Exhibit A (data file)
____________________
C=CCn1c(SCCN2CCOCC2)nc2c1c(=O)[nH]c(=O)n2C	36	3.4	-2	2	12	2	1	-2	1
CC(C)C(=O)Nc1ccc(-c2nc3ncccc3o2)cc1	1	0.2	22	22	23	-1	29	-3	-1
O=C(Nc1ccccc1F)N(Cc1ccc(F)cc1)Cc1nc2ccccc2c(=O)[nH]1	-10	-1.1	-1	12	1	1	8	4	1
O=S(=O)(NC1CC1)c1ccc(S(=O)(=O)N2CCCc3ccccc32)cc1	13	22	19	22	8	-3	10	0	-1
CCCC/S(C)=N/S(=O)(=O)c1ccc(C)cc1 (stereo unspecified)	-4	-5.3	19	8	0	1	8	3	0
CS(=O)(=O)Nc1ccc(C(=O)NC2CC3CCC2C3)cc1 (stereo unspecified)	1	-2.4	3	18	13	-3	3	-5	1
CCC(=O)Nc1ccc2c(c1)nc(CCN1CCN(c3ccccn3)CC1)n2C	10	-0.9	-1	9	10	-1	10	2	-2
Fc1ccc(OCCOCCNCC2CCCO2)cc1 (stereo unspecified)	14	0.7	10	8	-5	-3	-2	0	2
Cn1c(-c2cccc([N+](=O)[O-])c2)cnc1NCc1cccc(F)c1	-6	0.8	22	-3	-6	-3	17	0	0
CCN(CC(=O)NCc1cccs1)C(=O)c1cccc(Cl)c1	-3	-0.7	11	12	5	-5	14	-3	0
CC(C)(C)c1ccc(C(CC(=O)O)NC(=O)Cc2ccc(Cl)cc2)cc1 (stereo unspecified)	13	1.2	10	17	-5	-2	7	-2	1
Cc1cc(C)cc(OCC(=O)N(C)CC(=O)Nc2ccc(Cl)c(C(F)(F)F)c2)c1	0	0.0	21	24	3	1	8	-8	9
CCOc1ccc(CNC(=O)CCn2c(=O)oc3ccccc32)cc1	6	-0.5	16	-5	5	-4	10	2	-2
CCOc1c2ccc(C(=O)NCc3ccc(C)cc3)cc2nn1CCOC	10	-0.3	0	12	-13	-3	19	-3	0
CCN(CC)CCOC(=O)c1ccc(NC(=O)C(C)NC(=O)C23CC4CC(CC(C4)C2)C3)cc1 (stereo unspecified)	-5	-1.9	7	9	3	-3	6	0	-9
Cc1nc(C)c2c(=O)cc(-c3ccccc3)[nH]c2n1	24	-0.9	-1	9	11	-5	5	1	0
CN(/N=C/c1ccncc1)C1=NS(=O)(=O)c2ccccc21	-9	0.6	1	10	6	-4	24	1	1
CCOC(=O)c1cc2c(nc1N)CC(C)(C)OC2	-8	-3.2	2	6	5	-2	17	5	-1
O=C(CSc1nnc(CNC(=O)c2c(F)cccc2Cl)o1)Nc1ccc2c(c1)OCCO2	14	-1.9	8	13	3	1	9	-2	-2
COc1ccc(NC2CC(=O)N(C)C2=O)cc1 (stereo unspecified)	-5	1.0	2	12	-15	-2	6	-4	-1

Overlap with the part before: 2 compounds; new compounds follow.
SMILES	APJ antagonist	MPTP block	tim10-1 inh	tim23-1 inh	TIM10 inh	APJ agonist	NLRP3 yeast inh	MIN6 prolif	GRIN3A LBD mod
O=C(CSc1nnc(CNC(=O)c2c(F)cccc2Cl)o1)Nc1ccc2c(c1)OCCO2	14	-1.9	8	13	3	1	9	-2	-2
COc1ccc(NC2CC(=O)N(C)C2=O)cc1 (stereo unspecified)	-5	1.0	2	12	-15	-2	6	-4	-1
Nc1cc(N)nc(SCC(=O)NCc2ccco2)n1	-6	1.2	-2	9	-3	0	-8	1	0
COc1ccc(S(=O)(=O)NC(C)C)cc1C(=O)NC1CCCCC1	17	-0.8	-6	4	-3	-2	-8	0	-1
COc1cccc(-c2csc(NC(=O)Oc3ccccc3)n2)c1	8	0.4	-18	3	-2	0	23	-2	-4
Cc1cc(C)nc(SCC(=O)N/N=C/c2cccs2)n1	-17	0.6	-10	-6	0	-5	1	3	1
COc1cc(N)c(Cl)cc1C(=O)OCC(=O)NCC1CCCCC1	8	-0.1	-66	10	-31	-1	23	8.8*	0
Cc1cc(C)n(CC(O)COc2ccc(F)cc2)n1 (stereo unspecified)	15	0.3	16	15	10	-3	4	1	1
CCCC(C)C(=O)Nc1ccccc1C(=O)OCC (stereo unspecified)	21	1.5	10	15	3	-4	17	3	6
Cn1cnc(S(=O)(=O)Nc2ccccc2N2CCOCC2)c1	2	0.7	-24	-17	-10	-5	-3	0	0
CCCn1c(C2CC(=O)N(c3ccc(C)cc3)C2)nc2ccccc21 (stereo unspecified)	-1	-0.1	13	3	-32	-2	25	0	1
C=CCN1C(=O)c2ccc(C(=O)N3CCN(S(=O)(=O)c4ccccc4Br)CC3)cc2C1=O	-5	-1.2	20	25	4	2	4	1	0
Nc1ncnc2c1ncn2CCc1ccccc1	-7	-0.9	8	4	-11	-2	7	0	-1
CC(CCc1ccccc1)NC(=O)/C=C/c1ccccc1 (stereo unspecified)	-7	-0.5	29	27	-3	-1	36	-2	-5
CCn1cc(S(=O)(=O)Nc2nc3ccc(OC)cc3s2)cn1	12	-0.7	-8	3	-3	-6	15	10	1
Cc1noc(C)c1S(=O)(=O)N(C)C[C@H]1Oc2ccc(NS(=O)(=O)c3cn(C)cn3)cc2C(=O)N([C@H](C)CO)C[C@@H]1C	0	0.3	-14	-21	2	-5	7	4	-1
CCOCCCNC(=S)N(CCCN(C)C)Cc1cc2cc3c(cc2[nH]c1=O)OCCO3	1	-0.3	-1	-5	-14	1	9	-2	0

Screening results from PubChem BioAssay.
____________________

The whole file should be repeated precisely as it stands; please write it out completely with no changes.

C=CCn1c(SCCN2CCOCC2)nc2c1c(=O)[nH]c(=O)n2C	36	3.4	-2	2	12	2	1	-2	1
CC(C)C(=O)Nc1ccc(-c2nc3ncccc3o2)cc1	1	0.2	22	22	23	-1	29	-3	-1
O=C(Nc1ccccc1F)N(Cc1ccc(F)cc1)Cc1nc2ccccc2c(=O)[nH]1	-10	-1.1	-1	12	1	1	8	4	1
O=S(=O)(NC1CC1)c1ccc(S(=O)(=O)N2CCCc3ccccc32)cc1	13	22	19	22	8	-3	10	0	-1
CCCC/S(C)=N/S(=O)(=O)c1ccc(C)cc1 (stereo unspecified)	-4	-5.3	19	8	0	1	8	3	0
CS(=O)(=O)Nc1ccc(C(=O)NC2CC3CCC2C3)cc1 (stereo unspecified)	1	-2.4	3	18	13	-3	3	-5	1
CCC(=O)Nc1ccc2c(c1)nc(CCN1CCN(c3ccccn3)CC1)n2C	10	-0.9	-1	9	10	-1	10	2	-2
Fc1ccc(OCCOCCNCC2CCCO2)cc1 (stereo unspecified)	14	0.7	10	8	-5	-3	-2	0	2
Cn1c(-c2cccc([N+](=O)[O-])c2)cnc1NCc1cccc(F)c1	-6	0.8	22	-3	-6	-3	17	0	0
CCN(CC(=O)NCc1cccs1)C(=O)c1cccc(Cl)c1	-3	-0.7	11	12	5	-5	14	-3	0
CC(C)(C)c1ccc(C(CC(=O)O)NC(=O)Cc2ccc(Cl)cc2)cc1 (stereo unspecified)	13	1.2	10	17	-5	-2	7	-2	1
Cc1cc(C)cc(OCC(=O)N(C)CC(=O)Nc2ccc(Cl)c(C(F)(F)F)c2)c1	0	0.0	21	24	3	1	8	-8	9
CCOc1ccc(CNC(=O)CCn2c(=O)oc3ccccc32)cc1	6	-0.5	16	-5	5	-4	10	2	-2
CCOc1c2ccc(C(=O)NCc3ccc(C)cc3)cc2nn1CCOC	10	-0.3	0	12	-13	-3	19	-3	0
CCN(CC)CCOC(=O)c1ccc(NC(=O)C(C)NC(=O)C23CC4CC(CC(C4)C2)C3)cc1 (stereo unspecified)	-5	-1.9	7	9	3	-3	6	0	-9
Cc1nc(C)c2c(=O)cc(-c3ccccc3)[nH]c2n1	24	-0.9	-1	9	11	-5	5	1	0
CN(/N=C/c1ccncc1)C1=NS(=O)(=O)c2ccccc21	-9	0.6	1	10	6	-4	24	1	1
CCOC(=O)c1cc2c(nc1N)CC(C)(C)OC2	-8	-3.2	2	6	5	-2	17	5	-1
O=C(CSc1nnc(CNC(=O)c2c(F)cccc2Cl)o1)Nc1ccc2c(c1)OCCO2	14	-1.9	8	13	3	1	9	-2	-2
COc1ccc(NC2CC(=O)N(C)C2=O)cc1 (stereo unspecified)	-5	1.0	2	12	-15	-2	6	-4	-1

Overlap with the part before: 2 compounds; new compounds follow.
SMILES	APJ antagonist	MPTP block	tim10-1 inh	tim23-1 inh	TIM10 inh	APJ agonist	NLRP3 yeast inh	MIN6 prolif	GRIN3A LBD mod
O=C(CSc1nnc(CNC(=O)c2c(F)cccc2Cl)o1)Nc1ccc2c(c1)OCCO2	14	-1.9	8	13	3	1	9	-2	-2
COc1ccc(NC2CC(=O)N(C)C2=O)cc1 (stereo unspecified)	-5	1.0	2	12	-15	-2	6	-4	-1
Nc1cc(N)nc(SCC(=O)NCc2ccco2)n1	-6	1.2	-2	9	-3	0	-8	1	0
COc1ccc(S(=O)(=O)NC(C)C)cc1C(=O)NC1CCCCC1	17	-0.8	-6	4	-3	-2	-8	0	-1
COc1cccc(-c2csc(NC(=O)Oc3ccccc3)n2)c1	8	0.4	-18	3	-2	0	23	-2	-4
Cc1cc(C)nc(SCC(=O)N/N=C/c2cccs2)n1	-17	0.6	-10	-6	0	-5	1	3	1
COc1cc(N)c(Cl)cc1C(=O)OCC(=O)NCC1CCCCC1	8	-0.1	-66	10	-31	-1	23	8.8*	0
Cc1cc(C)n(CC(O)COc2ccc(F)cc2)n1 (stereo unspecified)	15	0.3	16	15	10	-3	4	1	1
CCCC(C)C(=O)Nc1ccccc1C(=O)OCC (stereo unspecified)	21	1.5	10	15	3	-4	17	3	6
Cn1cnc(S(=O)(=O)Nc2ccccc2N2CCOCC2)c1	2	0.7	-24	-17	-10	-5	-3	0	0
CCCn1c(C2CC(=O)N(c3ccc(C)cc3)C2)nc2ccccc21 (stereo unspecified)	-1	-0.1	13	3	-32	-2	25	0	1
C=CCN1C(=O)c2ccc(C(=O)N3CCN(S(=O)(=O)c4ccccc4Br)CC3)cc2C1=O	-5	-1.2	20	25	4	2	4	1	0
Nc1ncnc2c1ncn2CCc1ccccc1	-7	-0.9	8	4	-11	-2	7	0	-1
CC(CCc1ccccc1)NC(=O)/C=C/c1ccccc1 (stereo unspecified)	-7	-0.5	29	27	-3	-1	36	-2	-5
CCn1cc(S(=O)(=O)Nc2nc3ccc(OC)cc3s2)cn1	12	-0.7	-8	3	-3	-6	15	10	1
Cc1noc(C)c1S(=O)(=O)N(C)C[C@H]1Oc2ccc(NS(=O)(=O)c3cn(C)cn3)cc2C(=O)N([C@H](C)CO)C[C@@H]1C	0	0.3	-14	-21	2	-5	7	4	-1
CCOCCCNC(=S)N(CCCN(C)C)Cc1cc2cc3c(cc2[nH]c1=O)OCCO3	1	-0.3	-1	-5	-14	1	9	-2	0

Screening results from PubChem BioAssay.